With increasing concerns about rising fuel prices and climate change/global warming, interest in electric vehicles is at an all-time high, as people consider less expensive options for fueling their vehicles and releasing less carbon dioxide (CO2) into the atmosphere.
Popular options range from plug-in hybrids to fully electric vehicles, both of which can be charged at home or anywhere there’s an electrical outlet to plug into.
To entice people out of vehicles that exclusively burn fossil fuels, the British Columbia government is offering some incentives. Through the CEVforBC program, an incentive of $3,000 off the pre-sticker price of a vehicle is available to B.C. residents, businesses, non-profit organizations and local governments purchasing or leasing a new battery electric vehicle, hydrogen fuel-cell vehicle or a plug-in hybrid electric vehicle with a battery range of more than 85 km. The savings is reduced to $1,500 for the purchase or lease of a plug-in hybrid electric vehicle with a battery range of less than 85 km. The incentive is only available for eligible vehicles with a MSRP below $55,000.B.C. residents who have recently installed a home electric vehicle (EV) charger in their house, may also be eligible for a $350 incentive from the provincial government and (for a limited time) a matching $350 from BC Hydro. Charger rebate programs offering up to $2,000 are also in place for the purchase and installation of EV chargers in workplaces and condo/apartment buildings.
Buyers of new battery-electric, hydrogen fuel cell, and plug-in hybrids may also be eligible for rebates from the federal government in the range of $2,500 to $5,000. In this case, the vehicle MSRP cannot exceed $45,000 unless there are more than seven seats.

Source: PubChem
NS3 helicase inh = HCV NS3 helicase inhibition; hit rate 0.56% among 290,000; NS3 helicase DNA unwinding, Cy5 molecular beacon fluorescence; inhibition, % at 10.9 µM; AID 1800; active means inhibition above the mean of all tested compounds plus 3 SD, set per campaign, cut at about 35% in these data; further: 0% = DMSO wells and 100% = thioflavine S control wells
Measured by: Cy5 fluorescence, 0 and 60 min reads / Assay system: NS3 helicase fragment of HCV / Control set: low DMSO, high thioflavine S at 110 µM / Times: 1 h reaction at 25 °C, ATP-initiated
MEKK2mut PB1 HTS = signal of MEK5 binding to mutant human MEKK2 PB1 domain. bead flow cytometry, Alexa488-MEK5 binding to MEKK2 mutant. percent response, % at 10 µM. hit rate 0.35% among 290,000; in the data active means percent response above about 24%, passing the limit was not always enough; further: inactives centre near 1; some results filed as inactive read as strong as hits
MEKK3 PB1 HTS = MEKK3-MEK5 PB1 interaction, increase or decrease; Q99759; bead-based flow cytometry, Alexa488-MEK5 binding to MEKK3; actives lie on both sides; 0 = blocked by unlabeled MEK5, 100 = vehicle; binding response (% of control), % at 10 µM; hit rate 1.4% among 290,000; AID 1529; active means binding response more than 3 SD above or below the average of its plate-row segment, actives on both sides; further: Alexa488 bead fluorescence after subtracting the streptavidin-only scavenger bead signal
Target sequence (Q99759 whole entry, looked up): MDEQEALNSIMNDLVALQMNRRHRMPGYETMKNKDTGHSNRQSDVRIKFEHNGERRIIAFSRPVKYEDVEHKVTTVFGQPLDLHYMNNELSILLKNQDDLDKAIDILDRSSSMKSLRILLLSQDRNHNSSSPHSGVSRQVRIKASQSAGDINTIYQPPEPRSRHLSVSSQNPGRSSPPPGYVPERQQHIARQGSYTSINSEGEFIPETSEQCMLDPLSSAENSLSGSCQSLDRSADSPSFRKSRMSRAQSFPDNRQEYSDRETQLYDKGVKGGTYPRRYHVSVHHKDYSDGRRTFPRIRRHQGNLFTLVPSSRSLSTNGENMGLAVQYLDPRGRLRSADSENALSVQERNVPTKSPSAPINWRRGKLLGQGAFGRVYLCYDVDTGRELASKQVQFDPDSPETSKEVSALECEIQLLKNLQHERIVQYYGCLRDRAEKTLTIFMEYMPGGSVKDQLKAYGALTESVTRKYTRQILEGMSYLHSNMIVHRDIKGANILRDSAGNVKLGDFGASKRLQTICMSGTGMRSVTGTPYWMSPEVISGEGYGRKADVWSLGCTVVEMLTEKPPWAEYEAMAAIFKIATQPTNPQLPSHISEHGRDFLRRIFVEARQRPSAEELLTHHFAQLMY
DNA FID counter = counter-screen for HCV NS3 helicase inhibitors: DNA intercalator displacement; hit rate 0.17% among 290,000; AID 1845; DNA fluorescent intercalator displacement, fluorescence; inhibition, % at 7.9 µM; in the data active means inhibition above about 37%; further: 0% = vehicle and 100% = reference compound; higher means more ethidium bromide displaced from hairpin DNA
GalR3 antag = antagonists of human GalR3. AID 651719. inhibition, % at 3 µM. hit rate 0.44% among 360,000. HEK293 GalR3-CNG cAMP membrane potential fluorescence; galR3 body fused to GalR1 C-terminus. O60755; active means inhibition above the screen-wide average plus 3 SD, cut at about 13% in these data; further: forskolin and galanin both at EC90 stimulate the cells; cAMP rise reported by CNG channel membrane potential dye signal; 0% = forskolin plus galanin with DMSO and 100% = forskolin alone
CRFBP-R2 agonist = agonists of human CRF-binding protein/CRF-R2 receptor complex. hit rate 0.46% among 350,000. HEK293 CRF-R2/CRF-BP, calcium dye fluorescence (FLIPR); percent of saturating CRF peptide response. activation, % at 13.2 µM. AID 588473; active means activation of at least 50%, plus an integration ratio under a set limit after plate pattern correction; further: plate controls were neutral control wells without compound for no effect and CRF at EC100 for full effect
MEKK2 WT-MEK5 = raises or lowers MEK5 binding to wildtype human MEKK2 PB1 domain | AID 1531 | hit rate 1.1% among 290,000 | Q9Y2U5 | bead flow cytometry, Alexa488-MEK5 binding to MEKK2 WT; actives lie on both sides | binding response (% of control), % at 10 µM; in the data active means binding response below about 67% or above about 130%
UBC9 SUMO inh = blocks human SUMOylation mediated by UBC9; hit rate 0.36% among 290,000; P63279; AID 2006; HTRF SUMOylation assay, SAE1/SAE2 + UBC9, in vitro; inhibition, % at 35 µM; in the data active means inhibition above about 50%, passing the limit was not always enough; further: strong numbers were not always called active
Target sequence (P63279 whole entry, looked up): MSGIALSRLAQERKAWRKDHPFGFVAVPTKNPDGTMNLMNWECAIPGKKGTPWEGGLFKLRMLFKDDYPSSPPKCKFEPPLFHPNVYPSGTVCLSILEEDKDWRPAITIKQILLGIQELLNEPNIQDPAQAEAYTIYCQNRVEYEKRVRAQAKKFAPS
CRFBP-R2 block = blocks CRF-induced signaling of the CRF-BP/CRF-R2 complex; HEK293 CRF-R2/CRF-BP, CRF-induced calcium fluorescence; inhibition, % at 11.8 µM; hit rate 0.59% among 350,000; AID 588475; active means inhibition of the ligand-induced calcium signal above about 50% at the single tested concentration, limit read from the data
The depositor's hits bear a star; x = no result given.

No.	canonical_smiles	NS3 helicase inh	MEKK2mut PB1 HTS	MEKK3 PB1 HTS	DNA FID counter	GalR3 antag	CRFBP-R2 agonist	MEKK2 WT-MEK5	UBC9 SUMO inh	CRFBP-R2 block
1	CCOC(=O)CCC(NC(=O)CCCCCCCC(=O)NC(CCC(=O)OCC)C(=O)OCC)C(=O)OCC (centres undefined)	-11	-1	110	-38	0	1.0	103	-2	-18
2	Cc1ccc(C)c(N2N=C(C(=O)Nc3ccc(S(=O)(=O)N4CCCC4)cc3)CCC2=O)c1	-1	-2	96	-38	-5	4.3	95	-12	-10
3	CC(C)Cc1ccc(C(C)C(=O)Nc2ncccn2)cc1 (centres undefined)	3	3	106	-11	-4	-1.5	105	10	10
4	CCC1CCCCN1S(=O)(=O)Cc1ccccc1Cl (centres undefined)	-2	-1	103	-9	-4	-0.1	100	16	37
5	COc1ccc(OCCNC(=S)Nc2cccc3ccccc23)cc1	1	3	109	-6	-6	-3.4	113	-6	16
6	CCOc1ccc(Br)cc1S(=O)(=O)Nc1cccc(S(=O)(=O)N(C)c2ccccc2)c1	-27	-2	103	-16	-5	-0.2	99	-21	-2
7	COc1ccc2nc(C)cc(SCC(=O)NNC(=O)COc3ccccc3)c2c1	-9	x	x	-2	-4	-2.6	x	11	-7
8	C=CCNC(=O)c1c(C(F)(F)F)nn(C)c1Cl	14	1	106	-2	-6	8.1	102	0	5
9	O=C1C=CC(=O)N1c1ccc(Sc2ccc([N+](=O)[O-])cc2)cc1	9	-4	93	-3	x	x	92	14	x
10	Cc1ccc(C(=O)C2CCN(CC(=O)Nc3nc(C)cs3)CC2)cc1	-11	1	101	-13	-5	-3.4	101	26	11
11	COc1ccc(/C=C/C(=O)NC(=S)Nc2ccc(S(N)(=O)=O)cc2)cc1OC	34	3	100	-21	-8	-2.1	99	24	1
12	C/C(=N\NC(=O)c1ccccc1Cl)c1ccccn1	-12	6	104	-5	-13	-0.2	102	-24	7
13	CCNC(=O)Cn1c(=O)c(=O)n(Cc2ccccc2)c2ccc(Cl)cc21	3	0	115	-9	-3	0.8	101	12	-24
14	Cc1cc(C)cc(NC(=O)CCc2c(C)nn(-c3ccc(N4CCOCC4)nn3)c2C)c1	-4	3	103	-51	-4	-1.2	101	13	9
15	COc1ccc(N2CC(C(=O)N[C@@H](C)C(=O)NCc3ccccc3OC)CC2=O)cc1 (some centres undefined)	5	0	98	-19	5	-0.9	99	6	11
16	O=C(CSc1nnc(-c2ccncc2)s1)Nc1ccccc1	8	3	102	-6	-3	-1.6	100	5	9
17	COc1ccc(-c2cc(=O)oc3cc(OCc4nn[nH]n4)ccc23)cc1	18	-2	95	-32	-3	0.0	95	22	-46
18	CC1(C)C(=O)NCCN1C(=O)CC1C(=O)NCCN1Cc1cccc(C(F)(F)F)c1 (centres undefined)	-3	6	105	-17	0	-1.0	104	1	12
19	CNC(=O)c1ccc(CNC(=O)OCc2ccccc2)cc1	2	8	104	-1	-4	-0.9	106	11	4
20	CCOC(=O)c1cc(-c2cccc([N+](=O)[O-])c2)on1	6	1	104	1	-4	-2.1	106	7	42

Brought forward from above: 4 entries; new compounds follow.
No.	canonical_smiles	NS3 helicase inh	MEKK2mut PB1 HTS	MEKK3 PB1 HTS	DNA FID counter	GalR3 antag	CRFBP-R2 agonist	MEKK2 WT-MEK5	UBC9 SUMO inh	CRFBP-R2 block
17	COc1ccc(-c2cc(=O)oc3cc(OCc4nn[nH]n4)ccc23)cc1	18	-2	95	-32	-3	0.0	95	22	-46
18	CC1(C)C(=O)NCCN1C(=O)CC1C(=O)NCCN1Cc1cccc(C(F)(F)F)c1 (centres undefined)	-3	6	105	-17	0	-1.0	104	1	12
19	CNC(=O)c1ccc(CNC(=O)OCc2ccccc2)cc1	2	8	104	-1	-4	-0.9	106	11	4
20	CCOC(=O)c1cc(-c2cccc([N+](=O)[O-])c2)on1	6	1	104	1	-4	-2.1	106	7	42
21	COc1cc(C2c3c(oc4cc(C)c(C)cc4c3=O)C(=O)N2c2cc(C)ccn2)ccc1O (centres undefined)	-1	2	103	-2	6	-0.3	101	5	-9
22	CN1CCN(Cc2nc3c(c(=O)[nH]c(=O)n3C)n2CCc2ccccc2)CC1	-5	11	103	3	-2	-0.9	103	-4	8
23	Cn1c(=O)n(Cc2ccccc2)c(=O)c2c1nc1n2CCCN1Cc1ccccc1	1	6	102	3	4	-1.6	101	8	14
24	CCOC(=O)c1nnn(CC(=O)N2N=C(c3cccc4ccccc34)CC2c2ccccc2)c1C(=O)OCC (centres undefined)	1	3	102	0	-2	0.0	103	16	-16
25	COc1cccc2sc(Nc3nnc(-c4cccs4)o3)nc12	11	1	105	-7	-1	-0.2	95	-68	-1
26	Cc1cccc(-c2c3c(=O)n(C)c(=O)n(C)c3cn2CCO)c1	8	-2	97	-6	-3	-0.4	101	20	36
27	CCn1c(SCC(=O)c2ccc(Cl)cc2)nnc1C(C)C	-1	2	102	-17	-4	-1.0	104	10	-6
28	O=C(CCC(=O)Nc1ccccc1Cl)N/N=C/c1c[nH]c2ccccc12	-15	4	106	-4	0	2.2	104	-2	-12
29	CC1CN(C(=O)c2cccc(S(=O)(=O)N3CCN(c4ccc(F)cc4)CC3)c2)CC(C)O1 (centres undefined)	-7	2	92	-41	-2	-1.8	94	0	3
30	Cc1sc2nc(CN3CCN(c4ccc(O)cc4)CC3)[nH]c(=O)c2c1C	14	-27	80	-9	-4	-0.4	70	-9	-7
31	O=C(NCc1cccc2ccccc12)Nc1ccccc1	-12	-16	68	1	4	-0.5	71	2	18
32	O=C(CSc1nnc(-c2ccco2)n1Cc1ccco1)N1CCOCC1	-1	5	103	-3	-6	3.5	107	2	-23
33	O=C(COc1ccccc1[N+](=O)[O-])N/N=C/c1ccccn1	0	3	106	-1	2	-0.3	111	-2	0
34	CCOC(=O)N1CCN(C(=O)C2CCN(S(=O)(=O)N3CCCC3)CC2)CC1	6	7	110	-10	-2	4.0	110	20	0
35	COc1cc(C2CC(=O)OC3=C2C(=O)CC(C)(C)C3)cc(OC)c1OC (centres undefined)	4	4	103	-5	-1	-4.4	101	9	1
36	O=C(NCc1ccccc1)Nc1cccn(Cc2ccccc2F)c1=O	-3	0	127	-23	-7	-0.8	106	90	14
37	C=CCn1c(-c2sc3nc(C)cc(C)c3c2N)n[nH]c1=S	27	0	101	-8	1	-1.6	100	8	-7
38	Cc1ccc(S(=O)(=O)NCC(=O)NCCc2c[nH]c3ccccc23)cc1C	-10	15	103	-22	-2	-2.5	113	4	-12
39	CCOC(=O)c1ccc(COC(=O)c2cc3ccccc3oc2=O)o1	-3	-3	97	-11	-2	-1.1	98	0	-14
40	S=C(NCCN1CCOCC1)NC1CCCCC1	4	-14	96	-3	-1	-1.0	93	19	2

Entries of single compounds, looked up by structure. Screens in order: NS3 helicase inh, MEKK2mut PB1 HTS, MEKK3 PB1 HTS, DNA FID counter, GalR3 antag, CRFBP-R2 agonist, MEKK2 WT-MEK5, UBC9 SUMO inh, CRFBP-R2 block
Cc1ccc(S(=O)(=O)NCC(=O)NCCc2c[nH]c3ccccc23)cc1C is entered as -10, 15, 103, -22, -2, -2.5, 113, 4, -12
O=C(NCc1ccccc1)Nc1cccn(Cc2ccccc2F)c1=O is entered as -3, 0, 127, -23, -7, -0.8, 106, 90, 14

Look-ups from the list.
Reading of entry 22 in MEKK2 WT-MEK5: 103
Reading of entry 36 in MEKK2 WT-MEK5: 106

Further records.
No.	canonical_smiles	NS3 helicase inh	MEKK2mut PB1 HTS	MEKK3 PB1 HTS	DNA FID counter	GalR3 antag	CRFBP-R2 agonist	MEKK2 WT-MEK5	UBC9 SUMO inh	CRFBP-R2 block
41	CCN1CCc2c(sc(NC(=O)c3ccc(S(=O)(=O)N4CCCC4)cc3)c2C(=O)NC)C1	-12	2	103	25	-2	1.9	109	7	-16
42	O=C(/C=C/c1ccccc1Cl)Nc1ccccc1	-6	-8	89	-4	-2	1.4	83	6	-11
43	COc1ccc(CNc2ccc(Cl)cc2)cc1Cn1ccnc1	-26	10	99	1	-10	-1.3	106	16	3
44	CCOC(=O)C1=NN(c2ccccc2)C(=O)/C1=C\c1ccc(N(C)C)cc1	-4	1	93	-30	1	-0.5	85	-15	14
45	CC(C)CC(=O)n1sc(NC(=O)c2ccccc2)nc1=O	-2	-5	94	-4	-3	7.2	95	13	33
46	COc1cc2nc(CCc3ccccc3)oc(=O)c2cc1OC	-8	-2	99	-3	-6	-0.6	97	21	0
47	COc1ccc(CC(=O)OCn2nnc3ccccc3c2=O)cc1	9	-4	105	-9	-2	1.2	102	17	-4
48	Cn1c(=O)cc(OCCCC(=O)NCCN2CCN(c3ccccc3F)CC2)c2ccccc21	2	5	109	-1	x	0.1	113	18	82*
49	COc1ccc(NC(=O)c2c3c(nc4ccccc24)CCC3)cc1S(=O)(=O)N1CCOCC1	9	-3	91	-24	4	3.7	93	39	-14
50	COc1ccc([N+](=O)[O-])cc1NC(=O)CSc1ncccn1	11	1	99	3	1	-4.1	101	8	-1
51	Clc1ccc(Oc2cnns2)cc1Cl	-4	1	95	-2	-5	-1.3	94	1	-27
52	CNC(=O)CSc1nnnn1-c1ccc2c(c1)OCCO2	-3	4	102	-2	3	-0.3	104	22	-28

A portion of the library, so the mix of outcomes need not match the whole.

For corporations purchasing hybrids, fully electric or hydrogen-powered vehicles, the federal government is allowing them to write off the entire expense, up to $55,000, in the first year, points out Sharlane Bailey, Owner of Canwest Accounting. She has looked into replacing Canwest Accounting’s fuel-efficient Smart car with a fully-electric car. However, when she compared lease rates between the options, the cost of fuel, as well as the initial start-up costs for installing an EV charger in her home since there isn’t one at the office, she decided an electric vehicle doesn’t make financial sense at this point for her business vehicle, which is used for accounting and bookkeeping pickups and deliveries.
“My recommendation is to do your research and determine whether an electric vehicle is the right fit for your business and/or personal needs,” said Sharlane. “You want to consider what distance range you need and what vehicles provide that. Also, which car fits your needs best and is it cost-effective at this time?”
She adds that for those who may be charging their business vehicle at home, it is difficult to determine what portion of electricity you are using to fuel your vehicle in order to use that as a business expense.
For those weighing the pros and cons of buying or leasing a vehicle for company use, you may find this article helpful:
The suggestions and advice provided by Canwest Accounting should not be relied upon in place of professional advice. You are responsible for checking the accuracy of relevant facts and opinions provided.